The dictionary in this case is a value of type \(a \rightarrow a \rightarrow a\), so the compiler would generate something like:

type SemigroupDict a = (a -> a -> a)

listSemigroupDict :: SemigroupDict [a]
listSemigroupDict = (++)

6 Subtyping

Consider the following type:

type Cont a = (a -> IO ()) -> IO () 

Is Cont covariant, contravariant or invariant? Justify your answer with coercion functions if needed.

It is covariant. Consider two types A and B and a coercion function coerce :: A -> B. Then we can write:

coerceCont :: Cont A -> Cont B
coerceCont axx bx = axx (bx . coerce) 

7 Concurrency

Consider the following two threads, each manipulating shared variables \(a\) and \(b\), both starting at zero:

Thread A: \(a := a + b + 1; a := a + b + 1\)

Thread B: \(b := a + b + 1; b := a + b + 1\)

Assume atomicity for each assignment statement. What are the possible final values of \(a\) and \(b\)?

The last three are just symmetric of the first three:

  1. a1a2b1b2 - 2, 6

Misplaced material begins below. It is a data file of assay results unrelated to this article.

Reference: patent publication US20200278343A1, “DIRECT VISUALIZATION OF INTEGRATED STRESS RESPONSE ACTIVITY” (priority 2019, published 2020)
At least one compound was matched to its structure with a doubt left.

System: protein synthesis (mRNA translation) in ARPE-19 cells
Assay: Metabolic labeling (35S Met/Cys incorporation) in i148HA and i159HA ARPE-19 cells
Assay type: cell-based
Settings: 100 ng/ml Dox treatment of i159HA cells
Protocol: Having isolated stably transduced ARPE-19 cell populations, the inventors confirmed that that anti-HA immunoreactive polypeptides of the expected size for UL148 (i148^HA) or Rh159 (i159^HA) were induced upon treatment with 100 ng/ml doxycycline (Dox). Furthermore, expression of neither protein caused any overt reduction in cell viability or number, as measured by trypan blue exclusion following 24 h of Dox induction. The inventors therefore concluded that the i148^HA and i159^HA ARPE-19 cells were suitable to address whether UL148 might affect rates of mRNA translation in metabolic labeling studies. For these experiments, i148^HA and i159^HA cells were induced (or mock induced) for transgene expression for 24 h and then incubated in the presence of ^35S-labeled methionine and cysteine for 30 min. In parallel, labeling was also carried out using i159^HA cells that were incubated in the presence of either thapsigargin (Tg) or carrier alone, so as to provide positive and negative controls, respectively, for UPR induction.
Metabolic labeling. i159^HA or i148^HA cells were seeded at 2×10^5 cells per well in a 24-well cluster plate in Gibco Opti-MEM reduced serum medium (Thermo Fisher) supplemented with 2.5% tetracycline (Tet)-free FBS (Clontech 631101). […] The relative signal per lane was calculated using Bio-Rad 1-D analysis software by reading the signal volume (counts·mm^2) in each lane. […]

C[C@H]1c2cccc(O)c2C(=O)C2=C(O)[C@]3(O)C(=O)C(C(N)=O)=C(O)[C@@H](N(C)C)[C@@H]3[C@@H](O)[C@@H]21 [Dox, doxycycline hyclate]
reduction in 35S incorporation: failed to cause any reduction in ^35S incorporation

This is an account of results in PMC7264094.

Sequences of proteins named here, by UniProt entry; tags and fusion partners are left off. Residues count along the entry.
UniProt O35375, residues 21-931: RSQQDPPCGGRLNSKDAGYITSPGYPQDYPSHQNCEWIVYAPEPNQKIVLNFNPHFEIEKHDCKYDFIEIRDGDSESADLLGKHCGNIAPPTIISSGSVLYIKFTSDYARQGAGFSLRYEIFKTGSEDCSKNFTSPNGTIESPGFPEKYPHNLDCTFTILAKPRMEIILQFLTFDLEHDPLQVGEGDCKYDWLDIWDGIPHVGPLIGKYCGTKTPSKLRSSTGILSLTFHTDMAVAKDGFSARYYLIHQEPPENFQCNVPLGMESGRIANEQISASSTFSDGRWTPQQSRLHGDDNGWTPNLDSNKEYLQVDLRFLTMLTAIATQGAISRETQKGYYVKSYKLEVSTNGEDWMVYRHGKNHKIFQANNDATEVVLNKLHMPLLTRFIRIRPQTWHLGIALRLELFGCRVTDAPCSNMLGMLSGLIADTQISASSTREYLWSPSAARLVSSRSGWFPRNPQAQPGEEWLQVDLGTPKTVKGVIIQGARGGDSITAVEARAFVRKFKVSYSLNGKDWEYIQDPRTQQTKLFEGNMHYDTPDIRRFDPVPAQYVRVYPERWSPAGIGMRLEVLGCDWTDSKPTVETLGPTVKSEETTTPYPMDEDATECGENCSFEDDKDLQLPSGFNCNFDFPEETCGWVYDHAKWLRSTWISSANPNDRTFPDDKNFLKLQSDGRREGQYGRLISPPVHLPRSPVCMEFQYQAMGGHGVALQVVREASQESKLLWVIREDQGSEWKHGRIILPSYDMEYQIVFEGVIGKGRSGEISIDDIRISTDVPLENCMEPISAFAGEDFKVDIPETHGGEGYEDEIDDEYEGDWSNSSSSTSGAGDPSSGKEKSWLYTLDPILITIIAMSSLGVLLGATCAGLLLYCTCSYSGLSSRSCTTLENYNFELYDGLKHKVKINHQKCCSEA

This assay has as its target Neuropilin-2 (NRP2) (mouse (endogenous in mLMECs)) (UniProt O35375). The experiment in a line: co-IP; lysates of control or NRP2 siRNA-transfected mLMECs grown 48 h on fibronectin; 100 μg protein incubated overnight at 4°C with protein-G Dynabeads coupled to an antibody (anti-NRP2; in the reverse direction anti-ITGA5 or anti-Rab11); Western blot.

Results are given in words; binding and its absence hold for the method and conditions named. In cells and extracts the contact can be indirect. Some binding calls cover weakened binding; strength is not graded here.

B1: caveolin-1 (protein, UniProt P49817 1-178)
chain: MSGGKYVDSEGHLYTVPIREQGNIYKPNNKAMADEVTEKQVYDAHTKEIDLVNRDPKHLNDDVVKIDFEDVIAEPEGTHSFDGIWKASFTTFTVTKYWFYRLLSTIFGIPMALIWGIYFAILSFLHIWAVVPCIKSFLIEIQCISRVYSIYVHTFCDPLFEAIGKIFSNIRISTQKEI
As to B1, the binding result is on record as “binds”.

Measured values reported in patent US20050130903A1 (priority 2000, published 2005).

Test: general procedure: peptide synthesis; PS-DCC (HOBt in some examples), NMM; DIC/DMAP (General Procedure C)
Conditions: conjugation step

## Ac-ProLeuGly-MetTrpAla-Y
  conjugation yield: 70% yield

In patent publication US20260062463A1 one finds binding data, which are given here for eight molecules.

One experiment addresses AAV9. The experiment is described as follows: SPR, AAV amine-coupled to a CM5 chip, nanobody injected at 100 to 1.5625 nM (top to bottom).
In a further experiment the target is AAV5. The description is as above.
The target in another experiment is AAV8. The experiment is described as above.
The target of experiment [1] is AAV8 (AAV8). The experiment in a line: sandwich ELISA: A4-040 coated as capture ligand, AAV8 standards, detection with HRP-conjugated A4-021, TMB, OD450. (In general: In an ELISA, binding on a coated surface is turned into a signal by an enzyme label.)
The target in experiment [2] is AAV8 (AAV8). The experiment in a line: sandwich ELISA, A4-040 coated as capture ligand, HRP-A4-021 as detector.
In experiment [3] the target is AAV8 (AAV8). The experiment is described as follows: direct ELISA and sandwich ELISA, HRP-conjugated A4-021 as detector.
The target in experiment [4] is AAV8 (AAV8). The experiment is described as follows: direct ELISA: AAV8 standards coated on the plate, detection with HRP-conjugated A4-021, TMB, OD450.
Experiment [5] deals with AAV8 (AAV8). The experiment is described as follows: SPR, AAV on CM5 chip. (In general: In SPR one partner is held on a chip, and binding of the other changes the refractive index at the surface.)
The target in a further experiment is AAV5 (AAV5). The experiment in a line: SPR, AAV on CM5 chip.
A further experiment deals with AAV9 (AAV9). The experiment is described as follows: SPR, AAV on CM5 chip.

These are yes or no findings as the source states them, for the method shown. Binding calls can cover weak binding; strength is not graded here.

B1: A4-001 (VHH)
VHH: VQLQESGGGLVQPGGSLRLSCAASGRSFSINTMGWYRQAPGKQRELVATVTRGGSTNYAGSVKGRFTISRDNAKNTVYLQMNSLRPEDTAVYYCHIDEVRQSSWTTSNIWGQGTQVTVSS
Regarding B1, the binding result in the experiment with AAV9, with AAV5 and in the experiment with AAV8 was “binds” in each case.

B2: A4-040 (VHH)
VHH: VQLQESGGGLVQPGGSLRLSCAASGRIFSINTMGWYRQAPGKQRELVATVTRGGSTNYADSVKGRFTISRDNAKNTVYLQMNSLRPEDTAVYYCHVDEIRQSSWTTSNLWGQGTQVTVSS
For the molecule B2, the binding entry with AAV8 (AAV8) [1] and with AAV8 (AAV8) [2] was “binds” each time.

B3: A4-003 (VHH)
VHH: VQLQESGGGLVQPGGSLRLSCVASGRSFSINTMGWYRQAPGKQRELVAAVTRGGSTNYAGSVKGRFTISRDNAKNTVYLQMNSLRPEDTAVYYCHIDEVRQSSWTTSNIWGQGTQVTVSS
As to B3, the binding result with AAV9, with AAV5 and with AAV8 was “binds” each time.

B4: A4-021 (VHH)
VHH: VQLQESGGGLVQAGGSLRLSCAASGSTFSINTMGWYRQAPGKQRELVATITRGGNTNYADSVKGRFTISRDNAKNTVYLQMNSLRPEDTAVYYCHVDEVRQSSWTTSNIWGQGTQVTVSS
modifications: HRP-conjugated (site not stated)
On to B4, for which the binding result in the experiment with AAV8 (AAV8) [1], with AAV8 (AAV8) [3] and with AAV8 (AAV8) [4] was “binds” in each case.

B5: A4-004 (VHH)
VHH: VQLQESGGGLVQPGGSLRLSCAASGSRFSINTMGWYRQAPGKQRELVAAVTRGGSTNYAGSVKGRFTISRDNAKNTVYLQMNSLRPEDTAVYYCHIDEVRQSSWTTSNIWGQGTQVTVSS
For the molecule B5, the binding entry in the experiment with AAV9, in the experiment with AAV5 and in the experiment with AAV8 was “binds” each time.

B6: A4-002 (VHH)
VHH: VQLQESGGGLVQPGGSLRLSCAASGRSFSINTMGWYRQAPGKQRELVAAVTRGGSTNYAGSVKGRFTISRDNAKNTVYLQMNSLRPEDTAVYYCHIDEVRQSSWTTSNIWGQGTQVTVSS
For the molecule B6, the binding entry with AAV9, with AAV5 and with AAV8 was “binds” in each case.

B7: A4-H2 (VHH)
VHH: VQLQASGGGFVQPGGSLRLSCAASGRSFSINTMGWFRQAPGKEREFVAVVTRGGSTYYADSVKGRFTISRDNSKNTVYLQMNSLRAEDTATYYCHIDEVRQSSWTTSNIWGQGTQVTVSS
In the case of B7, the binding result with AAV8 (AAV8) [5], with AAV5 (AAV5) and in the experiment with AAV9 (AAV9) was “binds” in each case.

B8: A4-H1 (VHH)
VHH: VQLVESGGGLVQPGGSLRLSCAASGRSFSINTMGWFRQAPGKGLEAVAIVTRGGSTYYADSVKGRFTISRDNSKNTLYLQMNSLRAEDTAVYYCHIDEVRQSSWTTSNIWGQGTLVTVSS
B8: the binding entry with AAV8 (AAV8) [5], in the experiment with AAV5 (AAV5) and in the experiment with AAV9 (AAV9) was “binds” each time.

2. a1b1a2b2 - 4, 7
  3. b1a1a2b2 - 4, 6
  4. a1b1b2a2 - 6, 4
  5. b1a1b2a2 - 7 ,4
  6. b1b2a1a2 - 6, 2

Are any other final values possible if the program is altered such that the limited critical reference restriction is observed, rather than atomicity for each line?

Yes, there are many other possibilities if the atomicity is removed. For example, it's possible for \(2,2\) to occur if threads proceed in approximate lock-step.


What is an example of a scenario in which an STM-based critical section solution can suffer from starvation?

Having one long-running transaction operating while many short-lived transactions may interfere with it could cause indefinite restarting for the long-running transaction (although this is rare in practice).

2018-11-16 Fri 19:37